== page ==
When Joe and Frances and many of the others mentioned above got started in Delray, we were a vastly different place; a start-up so to speak.

Start-ups are nimble, fun, exhausting, exciting and inspiring. Some crash and burn and others soar. Delray soared, probably beyond most of our imaginations.

So while walking on Swinton Avenue my friend asked whether it was possible to still maintain that warmth and excitement in a city that has grown larger and arguably more sophisticated.

It’s a question I’ve been thinking about for a long time now. And I lean toward yes—I believe it’s possible. In many ways, I think it’s imperative.

See the size of buildings never got me wound up—whether they are 48 feet or 54 feet—few can tell even if they are experts.

But the intangible feeling of community is what we should be focused on. And we’re not. We are not.

We’re too quick to condemn. Too quick to write off; too quick to label and too quick to pile on when we disagree.

A community that works is grateful, loving, supportive, respectful and takes pride in the past, present and future; especially if your past, present and future is as rich as Delray’s.

There’s a nagging feeling that we’re not in sync these days. That we have sprung loose from those very important moorings. So every week, we experience symptoms of that condition: we blame the (insert name of agency here)  for—take your pick: being too successful, not being successful enough, having too much money, spending too much, spending too little, being out of touch etc. etc.

We criticize our (insert an institution here)  for not being all it can be and forget to give credit for what it is; we critique festivals, criticize city staff, wring our hands about traffic and accomplish little.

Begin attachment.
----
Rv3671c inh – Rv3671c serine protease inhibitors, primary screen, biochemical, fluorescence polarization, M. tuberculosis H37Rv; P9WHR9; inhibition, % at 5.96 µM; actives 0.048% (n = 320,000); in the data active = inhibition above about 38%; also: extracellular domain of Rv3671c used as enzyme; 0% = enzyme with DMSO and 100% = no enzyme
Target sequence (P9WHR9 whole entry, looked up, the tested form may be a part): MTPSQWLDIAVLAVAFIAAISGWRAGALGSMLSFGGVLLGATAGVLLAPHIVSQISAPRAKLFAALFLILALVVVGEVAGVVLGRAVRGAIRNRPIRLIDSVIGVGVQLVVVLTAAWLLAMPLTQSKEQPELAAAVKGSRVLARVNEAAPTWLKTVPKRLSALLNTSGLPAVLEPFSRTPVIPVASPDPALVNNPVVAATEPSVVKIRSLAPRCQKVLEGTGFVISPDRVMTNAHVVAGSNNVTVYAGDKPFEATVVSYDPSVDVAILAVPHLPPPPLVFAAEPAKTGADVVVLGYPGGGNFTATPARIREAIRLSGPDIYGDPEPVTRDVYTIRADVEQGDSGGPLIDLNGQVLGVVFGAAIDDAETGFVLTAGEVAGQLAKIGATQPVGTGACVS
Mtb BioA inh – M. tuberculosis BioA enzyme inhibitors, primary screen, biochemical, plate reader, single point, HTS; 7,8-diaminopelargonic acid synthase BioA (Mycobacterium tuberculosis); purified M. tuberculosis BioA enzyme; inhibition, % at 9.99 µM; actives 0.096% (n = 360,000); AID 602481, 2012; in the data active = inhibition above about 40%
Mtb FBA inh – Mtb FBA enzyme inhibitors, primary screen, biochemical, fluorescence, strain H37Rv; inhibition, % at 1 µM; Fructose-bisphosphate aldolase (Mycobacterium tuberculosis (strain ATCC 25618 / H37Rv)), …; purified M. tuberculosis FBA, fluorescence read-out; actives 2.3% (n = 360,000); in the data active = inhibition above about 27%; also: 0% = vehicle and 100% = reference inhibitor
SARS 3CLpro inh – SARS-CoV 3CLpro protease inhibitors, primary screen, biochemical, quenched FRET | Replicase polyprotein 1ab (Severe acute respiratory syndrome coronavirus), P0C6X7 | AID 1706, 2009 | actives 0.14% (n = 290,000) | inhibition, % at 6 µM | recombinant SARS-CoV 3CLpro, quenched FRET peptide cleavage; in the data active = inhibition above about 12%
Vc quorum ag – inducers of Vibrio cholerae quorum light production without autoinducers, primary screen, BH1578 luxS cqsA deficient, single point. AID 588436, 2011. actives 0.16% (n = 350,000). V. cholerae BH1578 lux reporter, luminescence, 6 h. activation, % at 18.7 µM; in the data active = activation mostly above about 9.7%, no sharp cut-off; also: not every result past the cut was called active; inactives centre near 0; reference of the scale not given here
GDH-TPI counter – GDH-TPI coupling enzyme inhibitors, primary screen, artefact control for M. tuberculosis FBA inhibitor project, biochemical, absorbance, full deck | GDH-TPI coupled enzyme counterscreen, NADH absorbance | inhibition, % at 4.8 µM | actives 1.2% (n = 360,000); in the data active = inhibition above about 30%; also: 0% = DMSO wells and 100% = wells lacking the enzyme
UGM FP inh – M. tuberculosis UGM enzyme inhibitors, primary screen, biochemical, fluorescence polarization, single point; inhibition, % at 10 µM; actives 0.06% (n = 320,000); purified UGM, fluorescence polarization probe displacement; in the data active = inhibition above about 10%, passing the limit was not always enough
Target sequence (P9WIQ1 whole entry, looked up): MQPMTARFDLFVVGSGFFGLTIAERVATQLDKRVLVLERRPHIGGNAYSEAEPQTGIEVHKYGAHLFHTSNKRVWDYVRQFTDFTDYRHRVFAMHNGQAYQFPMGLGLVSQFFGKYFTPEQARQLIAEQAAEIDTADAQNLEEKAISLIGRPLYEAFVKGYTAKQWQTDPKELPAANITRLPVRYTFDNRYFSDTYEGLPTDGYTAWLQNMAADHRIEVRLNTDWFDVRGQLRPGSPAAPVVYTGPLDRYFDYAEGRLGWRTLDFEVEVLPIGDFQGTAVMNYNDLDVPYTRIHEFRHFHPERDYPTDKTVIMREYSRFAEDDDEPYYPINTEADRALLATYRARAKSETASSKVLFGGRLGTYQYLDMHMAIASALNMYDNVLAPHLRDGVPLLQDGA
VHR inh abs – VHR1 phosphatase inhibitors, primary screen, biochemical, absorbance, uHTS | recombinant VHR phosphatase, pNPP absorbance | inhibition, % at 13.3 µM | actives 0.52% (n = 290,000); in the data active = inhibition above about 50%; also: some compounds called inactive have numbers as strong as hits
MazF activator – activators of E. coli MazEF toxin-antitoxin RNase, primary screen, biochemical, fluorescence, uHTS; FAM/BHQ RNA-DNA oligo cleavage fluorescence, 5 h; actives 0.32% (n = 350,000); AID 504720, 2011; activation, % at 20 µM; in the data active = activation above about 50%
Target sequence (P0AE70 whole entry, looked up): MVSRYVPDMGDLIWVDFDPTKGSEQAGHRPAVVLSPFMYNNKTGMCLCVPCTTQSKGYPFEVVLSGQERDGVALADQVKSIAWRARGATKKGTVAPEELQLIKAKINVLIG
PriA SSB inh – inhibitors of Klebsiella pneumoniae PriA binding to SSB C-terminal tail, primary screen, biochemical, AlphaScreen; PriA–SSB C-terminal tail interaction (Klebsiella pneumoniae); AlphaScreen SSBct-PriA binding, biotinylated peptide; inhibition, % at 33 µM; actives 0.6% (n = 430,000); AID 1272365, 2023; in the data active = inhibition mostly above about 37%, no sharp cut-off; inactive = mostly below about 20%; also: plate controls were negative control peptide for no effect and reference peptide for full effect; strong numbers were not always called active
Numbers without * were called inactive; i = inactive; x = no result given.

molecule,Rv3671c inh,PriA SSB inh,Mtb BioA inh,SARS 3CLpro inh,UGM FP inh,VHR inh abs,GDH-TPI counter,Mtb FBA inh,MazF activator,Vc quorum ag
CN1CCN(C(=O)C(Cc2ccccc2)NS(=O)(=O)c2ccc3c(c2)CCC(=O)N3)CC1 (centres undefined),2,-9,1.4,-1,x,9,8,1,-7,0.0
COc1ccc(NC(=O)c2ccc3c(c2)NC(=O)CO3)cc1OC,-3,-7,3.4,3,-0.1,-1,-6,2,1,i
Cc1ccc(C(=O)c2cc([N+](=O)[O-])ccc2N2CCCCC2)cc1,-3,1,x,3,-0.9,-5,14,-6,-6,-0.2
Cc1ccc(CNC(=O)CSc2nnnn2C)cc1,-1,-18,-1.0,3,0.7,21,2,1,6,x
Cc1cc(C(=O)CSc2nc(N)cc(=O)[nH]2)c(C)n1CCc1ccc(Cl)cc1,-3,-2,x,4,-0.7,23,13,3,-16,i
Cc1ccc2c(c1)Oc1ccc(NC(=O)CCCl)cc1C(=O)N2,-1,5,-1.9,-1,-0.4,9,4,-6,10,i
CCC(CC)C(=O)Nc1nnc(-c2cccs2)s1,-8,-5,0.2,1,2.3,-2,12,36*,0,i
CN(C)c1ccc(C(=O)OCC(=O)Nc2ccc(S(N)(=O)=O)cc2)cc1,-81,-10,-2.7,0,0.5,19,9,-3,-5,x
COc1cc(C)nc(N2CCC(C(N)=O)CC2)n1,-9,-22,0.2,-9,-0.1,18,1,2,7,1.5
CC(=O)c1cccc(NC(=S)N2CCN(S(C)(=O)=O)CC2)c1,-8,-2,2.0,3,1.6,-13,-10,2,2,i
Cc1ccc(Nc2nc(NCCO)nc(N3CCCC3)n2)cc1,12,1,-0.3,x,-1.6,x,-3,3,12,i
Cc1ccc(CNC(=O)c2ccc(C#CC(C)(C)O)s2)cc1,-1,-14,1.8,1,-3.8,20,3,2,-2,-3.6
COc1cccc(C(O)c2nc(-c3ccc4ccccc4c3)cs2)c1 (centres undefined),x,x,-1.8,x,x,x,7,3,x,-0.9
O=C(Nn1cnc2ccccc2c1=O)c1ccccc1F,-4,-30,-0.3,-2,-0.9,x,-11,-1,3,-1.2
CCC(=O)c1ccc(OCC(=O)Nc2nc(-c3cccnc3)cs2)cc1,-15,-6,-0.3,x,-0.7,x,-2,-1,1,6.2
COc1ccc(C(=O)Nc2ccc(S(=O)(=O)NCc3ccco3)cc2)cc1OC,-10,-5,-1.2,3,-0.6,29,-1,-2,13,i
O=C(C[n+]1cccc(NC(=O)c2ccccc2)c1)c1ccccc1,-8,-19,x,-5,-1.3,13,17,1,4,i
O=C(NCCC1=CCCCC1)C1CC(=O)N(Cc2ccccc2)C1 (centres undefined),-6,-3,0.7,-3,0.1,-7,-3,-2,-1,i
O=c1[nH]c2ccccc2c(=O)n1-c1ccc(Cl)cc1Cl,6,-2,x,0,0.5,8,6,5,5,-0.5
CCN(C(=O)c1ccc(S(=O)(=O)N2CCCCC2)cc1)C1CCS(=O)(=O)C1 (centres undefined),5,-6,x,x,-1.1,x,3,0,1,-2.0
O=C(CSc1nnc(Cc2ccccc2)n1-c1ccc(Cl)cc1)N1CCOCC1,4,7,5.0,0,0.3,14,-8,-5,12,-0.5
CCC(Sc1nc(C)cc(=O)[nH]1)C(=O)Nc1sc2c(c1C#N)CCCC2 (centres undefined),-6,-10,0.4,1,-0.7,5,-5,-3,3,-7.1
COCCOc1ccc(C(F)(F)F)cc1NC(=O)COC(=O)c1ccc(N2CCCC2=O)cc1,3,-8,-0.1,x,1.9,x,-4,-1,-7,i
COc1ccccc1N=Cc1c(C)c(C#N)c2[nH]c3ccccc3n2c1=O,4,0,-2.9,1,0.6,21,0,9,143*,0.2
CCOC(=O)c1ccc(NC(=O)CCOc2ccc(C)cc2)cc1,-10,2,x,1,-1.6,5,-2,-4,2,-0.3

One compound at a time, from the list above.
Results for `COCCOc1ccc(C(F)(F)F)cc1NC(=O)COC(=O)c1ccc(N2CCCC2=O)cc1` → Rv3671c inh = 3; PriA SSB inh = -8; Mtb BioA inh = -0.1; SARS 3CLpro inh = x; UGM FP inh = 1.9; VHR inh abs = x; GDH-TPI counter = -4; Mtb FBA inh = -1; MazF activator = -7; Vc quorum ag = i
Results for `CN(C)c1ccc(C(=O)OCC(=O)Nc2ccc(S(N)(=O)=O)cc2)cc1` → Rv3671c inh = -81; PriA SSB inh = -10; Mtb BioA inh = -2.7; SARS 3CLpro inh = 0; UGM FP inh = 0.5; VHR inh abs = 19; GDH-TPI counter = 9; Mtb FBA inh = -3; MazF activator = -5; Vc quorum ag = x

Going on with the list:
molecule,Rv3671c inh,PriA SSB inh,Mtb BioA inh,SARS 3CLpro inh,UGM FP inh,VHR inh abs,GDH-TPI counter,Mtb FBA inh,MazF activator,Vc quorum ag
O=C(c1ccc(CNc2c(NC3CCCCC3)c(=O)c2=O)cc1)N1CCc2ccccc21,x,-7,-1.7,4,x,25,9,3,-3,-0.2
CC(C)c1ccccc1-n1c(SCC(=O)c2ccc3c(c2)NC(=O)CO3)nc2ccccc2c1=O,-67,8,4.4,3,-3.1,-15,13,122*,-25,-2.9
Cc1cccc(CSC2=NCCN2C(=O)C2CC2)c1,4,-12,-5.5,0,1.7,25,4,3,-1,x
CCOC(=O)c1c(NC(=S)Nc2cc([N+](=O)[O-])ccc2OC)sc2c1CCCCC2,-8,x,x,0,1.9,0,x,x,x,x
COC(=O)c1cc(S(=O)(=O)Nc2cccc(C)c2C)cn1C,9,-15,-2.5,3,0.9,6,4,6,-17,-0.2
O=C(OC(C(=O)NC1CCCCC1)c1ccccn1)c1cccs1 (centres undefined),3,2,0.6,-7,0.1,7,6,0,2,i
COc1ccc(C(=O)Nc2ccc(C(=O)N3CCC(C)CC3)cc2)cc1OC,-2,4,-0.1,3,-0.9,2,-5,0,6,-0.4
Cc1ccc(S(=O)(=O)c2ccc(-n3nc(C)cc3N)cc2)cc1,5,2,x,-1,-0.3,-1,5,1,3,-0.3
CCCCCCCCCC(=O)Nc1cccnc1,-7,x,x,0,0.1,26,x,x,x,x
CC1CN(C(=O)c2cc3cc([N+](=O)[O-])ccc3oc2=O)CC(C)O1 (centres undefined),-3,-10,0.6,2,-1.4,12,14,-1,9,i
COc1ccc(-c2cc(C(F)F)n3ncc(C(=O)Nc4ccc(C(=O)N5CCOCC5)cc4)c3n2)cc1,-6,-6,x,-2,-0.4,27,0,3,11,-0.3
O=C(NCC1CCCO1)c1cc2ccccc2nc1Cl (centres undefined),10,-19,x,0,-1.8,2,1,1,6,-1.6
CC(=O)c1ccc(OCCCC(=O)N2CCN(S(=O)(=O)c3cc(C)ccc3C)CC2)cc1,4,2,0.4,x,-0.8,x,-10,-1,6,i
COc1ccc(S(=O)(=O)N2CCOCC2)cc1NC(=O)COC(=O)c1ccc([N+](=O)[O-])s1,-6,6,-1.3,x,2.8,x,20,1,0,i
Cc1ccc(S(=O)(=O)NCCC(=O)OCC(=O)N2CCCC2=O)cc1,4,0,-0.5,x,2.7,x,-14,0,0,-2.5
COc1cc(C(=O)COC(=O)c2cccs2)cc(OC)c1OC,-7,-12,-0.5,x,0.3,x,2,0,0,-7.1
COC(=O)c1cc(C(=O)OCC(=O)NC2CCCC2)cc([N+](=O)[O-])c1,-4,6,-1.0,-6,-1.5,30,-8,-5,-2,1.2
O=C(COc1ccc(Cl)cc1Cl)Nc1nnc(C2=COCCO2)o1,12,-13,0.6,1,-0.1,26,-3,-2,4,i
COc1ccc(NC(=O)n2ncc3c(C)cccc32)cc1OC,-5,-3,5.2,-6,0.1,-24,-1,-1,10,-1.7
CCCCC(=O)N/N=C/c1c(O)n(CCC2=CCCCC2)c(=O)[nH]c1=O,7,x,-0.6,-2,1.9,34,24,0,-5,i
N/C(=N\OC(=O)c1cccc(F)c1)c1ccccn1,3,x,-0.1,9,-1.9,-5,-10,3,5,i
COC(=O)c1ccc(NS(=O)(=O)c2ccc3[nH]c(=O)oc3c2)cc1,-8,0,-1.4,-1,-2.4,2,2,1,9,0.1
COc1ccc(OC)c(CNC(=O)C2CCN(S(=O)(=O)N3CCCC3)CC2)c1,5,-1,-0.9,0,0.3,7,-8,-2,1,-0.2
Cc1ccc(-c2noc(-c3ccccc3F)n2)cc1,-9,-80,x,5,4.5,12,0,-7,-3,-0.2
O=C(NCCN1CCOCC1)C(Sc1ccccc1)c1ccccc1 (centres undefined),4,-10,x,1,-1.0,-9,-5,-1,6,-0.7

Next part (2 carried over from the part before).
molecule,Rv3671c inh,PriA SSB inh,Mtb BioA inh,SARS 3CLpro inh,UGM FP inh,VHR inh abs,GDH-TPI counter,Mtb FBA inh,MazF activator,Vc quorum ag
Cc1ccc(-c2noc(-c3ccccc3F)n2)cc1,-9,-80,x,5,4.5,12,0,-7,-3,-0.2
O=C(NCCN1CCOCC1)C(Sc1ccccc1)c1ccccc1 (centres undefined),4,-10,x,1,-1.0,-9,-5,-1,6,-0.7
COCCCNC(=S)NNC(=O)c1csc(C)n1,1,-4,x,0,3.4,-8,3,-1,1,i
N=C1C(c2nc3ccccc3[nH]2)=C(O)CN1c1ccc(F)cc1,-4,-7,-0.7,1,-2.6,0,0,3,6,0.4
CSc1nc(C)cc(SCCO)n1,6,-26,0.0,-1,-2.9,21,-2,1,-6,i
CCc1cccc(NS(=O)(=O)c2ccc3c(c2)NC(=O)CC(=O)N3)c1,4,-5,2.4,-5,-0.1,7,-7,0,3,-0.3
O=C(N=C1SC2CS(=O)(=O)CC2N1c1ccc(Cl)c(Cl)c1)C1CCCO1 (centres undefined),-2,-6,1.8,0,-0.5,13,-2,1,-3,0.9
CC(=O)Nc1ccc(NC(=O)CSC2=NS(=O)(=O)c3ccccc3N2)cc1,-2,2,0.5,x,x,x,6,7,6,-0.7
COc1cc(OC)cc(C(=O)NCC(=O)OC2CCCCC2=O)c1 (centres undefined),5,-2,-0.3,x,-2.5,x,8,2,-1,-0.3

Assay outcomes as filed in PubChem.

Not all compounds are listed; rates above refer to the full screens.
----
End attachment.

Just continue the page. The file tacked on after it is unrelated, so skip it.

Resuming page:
That doesn’t mean accountability isn’t important or that our library, CRA or any other entity, group or project is perfect and can’t be better. It doesn’t mean we shouldn’t talk about growth and development or traffic. But the conversation has to transcend our own personal drive times and has to consider our financial future and the opportunities we are creating for future generations.

The people in the room last weekend thanking Joe Gillie for 25 years of leadership are pacesetters, civic entrepreneurs. They built a heck of a start-up. If cities were start-ups, we’d be Facebook, Apple or Google, a billion dollar plus unicorn.

Yes I’m proud of what’s been built. Is it perfect? Not on your life. Is it done? No way.

Is Delray Beach everybody’s cup of tea? Nope. Some people prefer Myspace to Facebook. But not many.

So to those saying the town has been ruined; I disagree. It’s been saved and it’s terrific. Not perfect and chock full of challenges– but still pretty terrific. Sorry, but we have nothing to apologize for and a lot to be proud of. To those who are concerned by change, I agree—to a point. I also know that change is inevitable. You can fight it, manage it, shape it, stamp you feet or hold your breath–but it’s going to happen.

But let’s talk about change intelligently.

“The opposite to bad development is good development, not no development,” said the architect Padriac  Steinschneider. He was right. Let’s talk about design and placemaking; that somehow gets lost and it’s important.

But not most important. Most important is how we interact.

We have a lot of work to do.

We can start with culture. Let’s build a place where it’s safe to disagree and safe to innovate.